Winter Birds


With temperatures hovering near 35 degrees Fahrenheit, and water obliged to display its according state, we began our tour in something of a heavy, mid-February rain shower. Fortunately, I have recently been spending a fair bit of time with Mark Ehlbroch’s “Bird Tracks and Sign.” The information gleaned from Ehlbroch’s publication proved valuable during a birding tour, during which, we tallied a mere four species (in order of appearance): American Crow, Blue Jay, Wild Turkey and Mallard. Of the four species, three were detected by ear prior to a visual.

As is common, a small number of crows were rummaging around the parking lot and provided a good view and our first opportunity to observe a member of the taxonomic class Aves, under which all birds species fall. Spanish speakers will also note that this is one of the words used synonymously with pajaro, or bird. Additionally, two of our four species are members of the family Corvidae. Members of the Corvid family include crows, jays, nutcrackers, ravens and magpies amongst a few others and are thought to be our most intelligent birds following a number of experiments and anecdotal evidence (type “crow attenborough” in google to watch one of the world’s most well-known naturalists display one such example of Corvid intelligence). One of the folks brazen enough to join the rain-drenched tour spoke of witnessing this particular demonstration of intelligence while in Israel. It is interesting to note similar behavior and problem-solving being displayed around the globe.

We continued on and began working our way through Longenecker Garden. As we moved, we kept a keen eye out for any sign of avian life. Not to disappoint, there had recently been a few turkeys wandering through the garden. Our small tour was able to spend some time tracking and otherwise investigating the movements of this restored, native species. Their foraging efforts or “scratches” in the shallow snow indicated they were able to find some sort of food underneath. After a few minutes of our own scratching however, we were unable to find what they had ostensibly enjoyed and were forced to leave this question to be answered another day. Within ten minutes we had caught up with the group of five toms, or male turkeys (clearly bearded individuals), and enjoyed observing them interact and move along the snow-scape.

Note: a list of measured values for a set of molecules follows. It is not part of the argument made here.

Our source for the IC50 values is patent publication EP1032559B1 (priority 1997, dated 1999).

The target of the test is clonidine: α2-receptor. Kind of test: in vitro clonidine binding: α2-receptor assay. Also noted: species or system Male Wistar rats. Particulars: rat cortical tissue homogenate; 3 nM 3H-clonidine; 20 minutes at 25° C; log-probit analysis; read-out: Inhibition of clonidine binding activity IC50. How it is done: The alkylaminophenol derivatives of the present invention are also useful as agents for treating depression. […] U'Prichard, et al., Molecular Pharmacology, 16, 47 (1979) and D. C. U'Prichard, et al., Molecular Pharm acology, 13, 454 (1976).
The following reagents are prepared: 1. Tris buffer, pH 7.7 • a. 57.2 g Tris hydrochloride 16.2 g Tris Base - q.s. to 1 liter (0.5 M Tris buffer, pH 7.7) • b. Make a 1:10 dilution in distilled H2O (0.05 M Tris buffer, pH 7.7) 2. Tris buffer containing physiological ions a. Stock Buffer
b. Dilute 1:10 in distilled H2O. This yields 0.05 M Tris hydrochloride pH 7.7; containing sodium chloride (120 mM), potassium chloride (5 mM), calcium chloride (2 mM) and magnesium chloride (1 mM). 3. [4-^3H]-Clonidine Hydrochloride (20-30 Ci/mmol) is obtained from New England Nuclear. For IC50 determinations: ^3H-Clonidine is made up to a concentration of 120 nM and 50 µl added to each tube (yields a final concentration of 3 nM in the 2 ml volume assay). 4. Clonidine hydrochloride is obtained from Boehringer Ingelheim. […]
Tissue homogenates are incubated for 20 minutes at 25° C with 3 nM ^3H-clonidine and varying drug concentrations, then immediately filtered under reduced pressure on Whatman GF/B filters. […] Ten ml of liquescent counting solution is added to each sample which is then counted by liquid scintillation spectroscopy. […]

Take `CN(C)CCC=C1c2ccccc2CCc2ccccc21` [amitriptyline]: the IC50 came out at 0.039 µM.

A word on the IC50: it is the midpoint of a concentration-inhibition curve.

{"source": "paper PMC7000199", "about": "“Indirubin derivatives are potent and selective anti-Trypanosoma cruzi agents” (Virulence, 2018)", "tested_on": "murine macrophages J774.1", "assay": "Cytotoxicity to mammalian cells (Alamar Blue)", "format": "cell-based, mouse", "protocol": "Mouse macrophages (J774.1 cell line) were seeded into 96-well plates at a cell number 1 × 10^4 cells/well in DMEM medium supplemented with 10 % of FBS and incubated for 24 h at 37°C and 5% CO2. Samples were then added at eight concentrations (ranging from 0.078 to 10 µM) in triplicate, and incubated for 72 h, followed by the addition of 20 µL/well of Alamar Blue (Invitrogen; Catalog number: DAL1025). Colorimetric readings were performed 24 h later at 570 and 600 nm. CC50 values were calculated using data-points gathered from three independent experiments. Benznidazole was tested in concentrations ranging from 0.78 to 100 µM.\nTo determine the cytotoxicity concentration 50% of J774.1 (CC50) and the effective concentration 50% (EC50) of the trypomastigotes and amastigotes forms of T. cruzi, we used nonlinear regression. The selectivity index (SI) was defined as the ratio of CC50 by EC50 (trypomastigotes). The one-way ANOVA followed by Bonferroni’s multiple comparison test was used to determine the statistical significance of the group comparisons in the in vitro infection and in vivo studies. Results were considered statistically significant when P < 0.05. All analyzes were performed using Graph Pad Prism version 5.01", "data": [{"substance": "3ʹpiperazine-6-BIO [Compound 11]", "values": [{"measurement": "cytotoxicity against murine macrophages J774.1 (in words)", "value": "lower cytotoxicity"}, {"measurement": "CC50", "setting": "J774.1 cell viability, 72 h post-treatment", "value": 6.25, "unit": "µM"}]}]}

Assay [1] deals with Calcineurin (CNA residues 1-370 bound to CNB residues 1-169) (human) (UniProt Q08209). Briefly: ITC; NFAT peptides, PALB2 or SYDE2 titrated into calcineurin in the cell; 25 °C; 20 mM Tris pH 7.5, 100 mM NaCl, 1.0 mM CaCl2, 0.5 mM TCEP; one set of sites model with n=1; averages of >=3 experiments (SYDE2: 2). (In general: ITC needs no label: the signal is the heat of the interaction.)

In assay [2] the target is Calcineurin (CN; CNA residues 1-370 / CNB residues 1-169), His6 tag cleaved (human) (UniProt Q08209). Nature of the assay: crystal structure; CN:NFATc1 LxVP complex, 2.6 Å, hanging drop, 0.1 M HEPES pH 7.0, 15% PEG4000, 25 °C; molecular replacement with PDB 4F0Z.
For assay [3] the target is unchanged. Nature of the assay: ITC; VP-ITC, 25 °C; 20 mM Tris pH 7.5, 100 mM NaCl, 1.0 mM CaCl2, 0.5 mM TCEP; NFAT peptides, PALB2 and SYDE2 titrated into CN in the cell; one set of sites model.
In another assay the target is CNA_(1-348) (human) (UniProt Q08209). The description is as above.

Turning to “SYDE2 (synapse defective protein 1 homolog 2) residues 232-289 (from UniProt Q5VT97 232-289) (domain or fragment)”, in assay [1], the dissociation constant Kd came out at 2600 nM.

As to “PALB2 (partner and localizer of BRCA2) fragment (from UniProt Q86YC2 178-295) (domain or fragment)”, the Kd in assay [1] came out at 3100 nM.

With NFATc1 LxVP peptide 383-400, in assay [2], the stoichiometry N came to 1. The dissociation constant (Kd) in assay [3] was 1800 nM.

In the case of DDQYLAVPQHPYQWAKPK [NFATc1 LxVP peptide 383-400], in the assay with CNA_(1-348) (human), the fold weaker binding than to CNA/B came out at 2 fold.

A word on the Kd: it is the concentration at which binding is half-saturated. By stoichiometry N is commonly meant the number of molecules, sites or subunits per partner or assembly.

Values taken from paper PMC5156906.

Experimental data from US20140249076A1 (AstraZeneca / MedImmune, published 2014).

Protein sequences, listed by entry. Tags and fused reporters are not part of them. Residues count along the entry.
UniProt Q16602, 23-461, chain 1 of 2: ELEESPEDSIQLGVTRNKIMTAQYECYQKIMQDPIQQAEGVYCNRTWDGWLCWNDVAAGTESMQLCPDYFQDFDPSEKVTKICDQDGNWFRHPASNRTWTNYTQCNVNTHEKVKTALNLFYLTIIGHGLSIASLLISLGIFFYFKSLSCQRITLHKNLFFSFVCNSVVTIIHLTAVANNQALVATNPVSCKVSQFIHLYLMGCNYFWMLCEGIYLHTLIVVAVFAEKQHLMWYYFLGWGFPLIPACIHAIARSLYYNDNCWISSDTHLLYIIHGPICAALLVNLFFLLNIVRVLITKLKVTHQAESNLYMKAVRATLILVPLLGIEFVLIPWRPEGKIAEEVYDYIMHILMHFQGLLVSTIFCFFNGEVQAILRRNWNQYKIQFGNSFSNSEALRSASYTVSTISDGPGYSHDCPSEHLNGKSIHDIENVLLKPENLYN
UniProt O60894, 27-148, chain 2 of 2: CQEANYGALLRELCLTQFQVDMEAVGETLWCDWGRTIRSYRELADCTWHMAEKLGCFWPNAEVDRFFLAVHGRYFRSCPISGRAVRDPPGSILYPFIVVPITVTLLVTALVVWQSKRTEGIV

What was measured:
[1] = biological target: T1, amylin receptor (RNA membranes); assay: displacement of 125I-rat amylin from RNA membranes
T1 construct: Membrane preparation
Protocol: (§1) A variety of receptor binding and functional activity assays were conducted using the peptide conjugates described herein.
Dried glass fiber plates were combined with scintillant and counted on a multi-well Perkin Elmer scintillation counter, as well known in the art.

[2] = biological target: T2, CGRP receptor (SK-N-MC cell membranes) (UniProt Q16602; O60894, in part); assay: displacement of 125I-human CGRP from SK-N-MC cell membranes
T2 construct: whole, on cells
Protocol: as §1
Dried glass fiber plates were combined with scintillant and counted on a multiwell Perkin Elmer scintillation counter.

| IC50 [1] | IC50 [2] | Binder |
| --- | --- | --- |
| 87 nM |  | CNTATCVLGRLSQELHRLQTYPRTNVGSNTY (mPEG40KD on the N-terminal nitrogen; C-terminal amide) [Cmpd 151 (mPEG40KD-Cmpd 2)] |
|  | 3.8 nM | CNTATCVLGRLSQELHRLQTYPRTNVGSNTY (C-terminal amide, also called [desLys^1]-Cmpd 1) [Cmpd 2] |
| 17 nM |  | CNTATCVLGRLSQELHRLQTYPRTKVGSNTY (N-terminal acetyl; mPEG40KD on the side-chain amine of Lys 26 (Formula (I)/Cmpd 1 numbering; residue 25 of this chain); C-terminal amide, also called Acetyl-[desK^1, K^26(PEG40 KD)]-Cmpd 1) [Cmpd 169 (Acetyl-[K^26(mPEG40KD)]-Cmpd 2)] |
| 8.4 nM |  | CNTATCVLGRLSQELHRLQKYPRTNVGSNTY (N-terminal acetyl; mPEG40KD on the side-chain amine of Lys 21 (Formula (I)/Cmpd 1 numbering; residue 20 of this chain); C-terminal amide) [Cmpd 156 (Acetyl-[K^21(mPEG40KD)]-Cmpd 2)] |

Without warning, as is often the case, a flock of four Blue Jays began calling out or rather yelling at something or other in the distance. We tracked them down in order to catch sight and find out whether they had a good reason for all the squawking (jays are known for mobbing raptors, thereby doing the lion’s share of the work of finding the raptor for you).

Following the garden, we began our return trip home through Gallistel Woods. Just before dipping into the woods we caught sound and then sight of a flock of waterfowl moving quickly overhead. Unfortunately, the view was poor and the only species identified was the Mallard. While in the woods we looked for potential “workshops.” A workshop is a place on a tree where small woodpeckers or nuthatches return frequently in order to make use of a furrow or ridge-line in the bark well-suited for holding and processing food. The birds use these areas because the workshop enables them to wedge insects or fruits into the tree and then break them open to access the sustenance within. Due to the wet conditions, it was tough to identify places of wear or build-up of food scraps that can indicate the presence of a workshop.

Near Teal Pond we stopped to admire some of the work by one of our local Pileated Woodpeckers, but even North America’s largest remaining member of the Picidae family (the Ivory-billed Woodpecker had been until they became extinct in the mid 20th century; most likely finished off by ornithologists seeking museum-grade specimen) was kept quiet and out-of-sight on this rainy February day.

Our outdoor portion of the tour came to an end and we spent an extra ten minutes indoors admiring the current owl display and winter birds poster found in the visitor center.

Bird’s the word,

Dave Laufenberg, UW - Arboretum naturalist

Located between Lake Wingra and the West Beltline Highway at 1207 Seminole Highway, the University of Wisconsin-Madison Arboretum features the restored prairies, forests and wetlands of pre-settlement Wisconsin. This 1,260-acre arboretum also houses flowering trees, shrubs and a world-famous lilac collection. Educational tours for groups and the general public, science and nature-based classes for all ages and abilities, and a wide variety of volunteer opportunities for groups, families and individuals are available.